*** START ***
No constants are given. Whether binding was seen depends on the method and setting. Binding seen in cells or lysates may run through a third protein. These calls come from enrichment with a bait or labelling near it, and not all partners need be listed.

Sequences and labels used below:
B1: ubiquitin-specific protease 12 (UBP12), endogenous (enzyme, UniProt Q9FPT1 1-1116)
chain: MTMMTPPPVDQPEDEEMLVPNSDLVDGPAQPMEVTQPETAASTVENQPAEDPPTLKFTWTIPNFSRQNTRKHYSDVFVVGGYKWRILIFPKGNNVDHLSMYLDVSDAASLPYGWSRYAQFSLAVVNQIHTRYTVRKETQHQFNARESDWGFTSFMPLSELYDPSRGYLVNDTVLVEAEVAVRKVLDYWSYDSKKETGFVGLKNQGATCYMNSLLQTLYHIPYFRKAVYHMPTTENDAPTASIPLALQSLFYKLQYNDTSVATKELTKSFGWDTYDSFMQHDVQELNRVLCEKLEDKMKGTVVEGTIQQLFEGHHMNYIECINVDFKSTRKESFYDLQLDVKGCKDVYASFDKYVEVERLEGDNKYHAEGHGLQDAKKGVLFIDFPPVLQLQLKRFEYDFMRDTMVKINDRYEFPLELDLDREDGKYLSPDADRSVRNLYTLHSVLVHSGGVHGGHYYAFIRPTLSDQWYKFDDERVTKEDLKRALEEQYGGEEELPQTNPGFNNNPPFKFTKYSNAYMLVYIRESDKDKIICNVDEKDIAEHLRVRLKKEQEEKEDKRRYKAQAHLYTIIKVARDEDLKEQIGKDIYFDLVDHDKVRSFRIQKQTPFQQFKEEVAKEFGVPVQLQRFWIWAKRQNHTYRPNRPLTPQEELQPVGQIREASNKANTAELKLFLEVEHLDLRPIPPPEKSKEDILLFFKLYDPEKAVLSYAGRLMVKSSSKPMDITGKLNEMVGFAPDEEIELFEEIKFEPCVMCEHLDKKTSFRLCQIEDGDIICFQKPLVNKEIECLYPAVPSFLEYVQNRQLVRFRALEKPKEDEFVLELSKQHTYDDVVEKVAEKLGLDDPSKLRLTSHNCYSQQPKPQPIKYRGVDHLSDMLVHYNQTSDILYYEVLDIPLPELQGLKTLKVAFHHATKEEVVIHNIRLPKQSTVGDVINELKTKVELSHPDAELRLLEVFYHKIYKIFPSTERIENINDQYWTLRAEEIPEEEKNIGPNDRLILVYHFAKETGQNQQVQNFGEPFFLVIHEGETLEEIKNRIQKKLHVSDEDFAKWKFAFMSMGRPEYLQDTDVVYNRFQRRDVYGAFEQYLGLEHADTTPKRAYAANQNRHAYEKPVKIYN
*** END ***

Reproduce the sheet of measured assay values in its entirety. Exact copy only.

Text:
No constants are given. Whether binding was seen depends on the method and setting. Binding seen in cells or lysates may run through a third protein. These calls come from enrichment with a bait or labelling near it, and not all partners need be listed.

Sequences and labels used below:
B1: ubiquitin-specific protease 12 (UBP12), endogenous (enzyme, UniProt Q9FPT1 1-1116)
chain: MTMMTPPPVDQPEDEEMLVPNSDLVDGPAQPMEVTQPETAASTVENQPAEDPPTLKFTWTIPNFSRQNTRKHYSDVFVVGGYKWRILIFPKGNNVDHLSMYLDVSDAASLPYGWSRYAQFSLAVVNQIHTRYTVRKETQHQFNARESDWGFTSFMPLSELYDPSRGYLVNDTVLVEAEVAVRKVLDYWSYDSKKETGFVGLKNQGATCYMNSLLQTLYHIPYFRKAVYHMPTTENDAPTASIPLALQSLFYKLQYNDTSVATKELTKSFGWDTYDSFMQHDVQELNRVLCEKLEDKMKGTVVEGTIQQLFEGHHMNYIECINVDFKSTRKESFYDLQLDVKGCKDVYASFDKYVEVERLEGDNKYHAEGHGLQDAKKGVLFIDFPPVLQLQLKRFEYDFMRDTMVKINDRYEFPLELDLDREDGKYLSPDADRSVRNLYTLHSVLVHSGGVHGGHYYAFIRPTLSDQWYKFDDERVTKEDLKRALEEQYGGEEELPQTNPGFNNNPPFKFTKYSNAYMLVYIRESDKDKIICNVDEKDIAEHLRVRLKKEQEEKEDKRRYKAQAHLYTIIKVARDEDLKEQIGKDIYFDLVDHDKVRSFRIQKQTPFQQFKEEVAKEFGVPVQLQRFWIWAKRQNHTYRPNRPLTPQEELQPVGQIREASNKANTAELKLFLEVEHLDLRPIPPPEKSKEDILLFFKLYDPEKAVLSYAGRLMVKSSSKPMDITGKLNEMVGFAPDEEIELFEEIKFEPCVMCEHLDKKTSFRLCQIEDGDIICFQKPLVNKEIECLYPAVPSFLEYVQNRQLVRFRALEKPKEDEFVLELSKQHTYDDVVEKVAEKLGLDDPSKLRLTSHNCYSQQPKPQPIKYRGVDHLSDMLVHYNQTSDILYYEVLDIPLPELQGLKTLKVAFHHATKEEVVIHNIRLPKQSTVGDVINELKTKVELSHPDAELRLLEVFYHKIYKIFPSTERIENINDQYWTLRAEEIPEEEKNIGPNDRLILVYHFAKETGQNQQVQNFGEPFFLVIHEGETLEEIKNRIQKKLHVSDEDFAKWKFAFMSMGRPEYLQDTDVVYNRFQRRDVYGAFEQYLGLEHADTTPKRAYAANQNRHAYEKPVKIYN